One of the more common terms of reference that you often here in personal injury cases is “tort law.” For those of you who are unfamiliar with the terminology, a tort is defined in legal dictionaries as “a civil wrong or wrongful act, whether intentional or accidental, from which injury occurs to another.” This includes personal injury cases involving the careless or negligent behavior of a defendant as well as cases where one individual intentionally causes harm to another.
Furthermore, tort law is an area of the law that“deals with the wrongful actions of an individual or an entity that causes injury or harm to another individual’s or entity’s person, property, or reputation and which can entitle the injured party to compensation for the damage done.” Additionally, the injuries a person sustains may not be physical in nature. They can be emotional, financial, or reputational in nature or be a violation of a person’s constitutional or personal rights, their privacy, or their property.
Compensation in Tort Cases
In civil tort or personal injury cases, the amount of compensation a person receives is based on damages or determining what a person’s injuries have cost them emotionally, financial, mentally, and physically. The most common types of damages awarded in a personal injury case may include:
• Emotional distress
• Hospital and medical expenses (current and potential future care)
• Loss of companionship/consortium
• Loss of earning potential
• Loss of enjoyment
• Lost income
• Pain and suffering
• Property loss
The different Types of Torts
According to Canada’s Constitution, the most common forms of torts include:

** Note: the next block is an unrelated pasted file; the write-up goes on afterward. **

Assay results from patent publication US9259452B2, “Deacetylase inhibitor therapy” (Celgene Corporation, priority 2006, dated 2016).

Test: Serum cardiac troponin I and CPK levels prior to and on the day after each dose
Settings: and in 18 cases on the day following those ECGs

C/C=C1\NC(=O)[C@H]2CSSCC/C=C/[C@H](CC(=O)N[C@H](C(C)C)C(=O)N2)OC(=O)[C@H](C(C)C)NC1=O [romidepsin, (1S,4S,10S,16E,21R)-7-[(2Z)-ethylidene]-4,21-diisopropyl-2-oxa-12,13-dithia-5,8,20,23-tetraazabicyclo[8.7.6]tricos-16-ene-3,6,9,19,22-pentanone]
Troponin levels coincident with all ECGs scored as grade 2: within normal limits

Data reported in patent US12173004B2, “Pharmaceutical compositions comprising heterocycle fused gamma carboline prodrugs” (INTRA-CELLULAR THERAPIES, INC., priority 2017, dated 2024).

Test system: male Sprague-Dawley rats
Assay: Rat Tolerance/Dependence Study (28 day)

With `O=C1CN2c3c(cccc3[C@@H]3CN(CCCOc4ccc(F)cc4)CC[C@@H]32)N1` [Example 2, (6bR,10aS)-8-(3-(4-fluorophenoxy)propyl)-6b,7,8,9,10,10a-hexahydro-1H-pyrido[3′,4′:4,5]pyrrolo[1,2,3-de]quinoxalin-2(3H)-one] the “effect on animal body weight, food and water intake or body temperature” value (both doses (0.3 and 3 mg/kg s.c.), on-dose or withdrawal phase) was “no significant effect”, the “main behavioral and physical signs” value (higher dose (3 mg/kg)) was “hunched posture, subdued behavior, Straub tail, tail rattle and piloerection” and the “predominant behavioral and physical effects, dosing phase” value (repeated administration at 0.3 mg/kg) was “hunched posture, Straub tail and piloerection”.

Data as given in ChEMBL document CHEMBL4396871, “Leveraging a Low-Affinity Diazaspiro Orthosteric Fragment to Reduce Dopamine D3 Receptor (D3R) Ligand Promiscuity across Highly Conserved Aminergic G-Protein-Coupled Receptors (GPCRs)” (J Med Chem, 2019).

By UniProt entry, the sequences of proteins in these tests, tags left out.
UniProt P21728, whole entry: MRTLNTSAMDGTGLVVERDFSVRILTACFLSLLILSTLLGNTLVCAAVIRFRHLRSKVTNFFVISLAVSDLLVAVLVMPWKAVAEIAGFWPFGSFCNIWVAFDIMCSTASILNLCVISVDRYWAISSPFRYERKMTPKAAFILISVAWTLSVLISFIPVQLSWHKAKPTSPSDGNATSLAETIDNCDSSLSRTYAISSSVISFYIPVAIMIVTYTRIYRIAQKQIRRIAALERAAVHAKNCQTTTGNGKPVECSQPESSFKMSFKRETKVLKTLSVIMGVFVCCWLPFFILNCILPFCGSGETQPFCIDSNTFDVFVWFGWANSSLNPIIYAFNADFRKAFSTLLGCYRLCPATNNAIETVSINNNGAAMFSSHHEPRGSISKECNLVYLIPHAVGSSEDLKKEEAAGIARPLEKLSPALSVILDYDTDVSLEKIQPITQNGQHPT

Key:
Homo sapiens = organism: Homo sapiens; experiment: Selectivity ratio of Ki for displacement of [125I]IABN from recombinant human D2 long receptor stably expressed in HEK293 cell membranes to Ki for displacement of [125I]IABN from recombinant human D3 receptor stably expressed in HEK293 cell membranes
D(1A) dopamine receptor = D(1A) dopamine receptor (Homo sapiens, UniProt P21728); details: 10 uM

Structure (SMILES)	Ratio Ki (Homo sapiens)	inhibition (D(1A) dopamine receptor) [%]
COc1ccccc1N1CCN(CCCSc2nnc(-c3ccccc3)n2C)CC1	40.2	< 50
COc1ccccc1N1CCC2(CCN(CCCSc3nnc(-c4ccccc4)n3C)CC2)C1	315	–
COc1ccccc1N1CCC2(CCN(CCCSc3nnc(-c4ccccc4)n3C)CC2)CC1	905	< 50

• defective product injuries / product liability claims
Furthermore, as any personal injury lawyer in Edmonton knows there are defamation, economic, nuisance, and privacy torts as well. Tort laws today are divided into 3 different categories:
• Intentional torts – a deliberate act or desperate attempt to cause a person harm by someone who knows the laws
• Negligent torts – negligent actions or behavior that could’ve been avoided yet caused harm to another person
• Strict liability torts – actions or behavior of the at-fault person that inflicts damage or harm to another, despite a lack of evidence to support the claim
Whenever you sue another individual or entity under Canada’s tort laws, you could be entitled to significant compensation for damages. Under Constitutional Law, damages are awarded to the injury victim (plaintiff) to make them financially whole again. These damages are compensatory, and in some cases, punitive in nature. For additional information regarding damages in a tort claim, you should discuss your circumstances with a personal injury lawyer. They have handled such cases in the past and understand it best. Thus, they will be able to represent your rights well.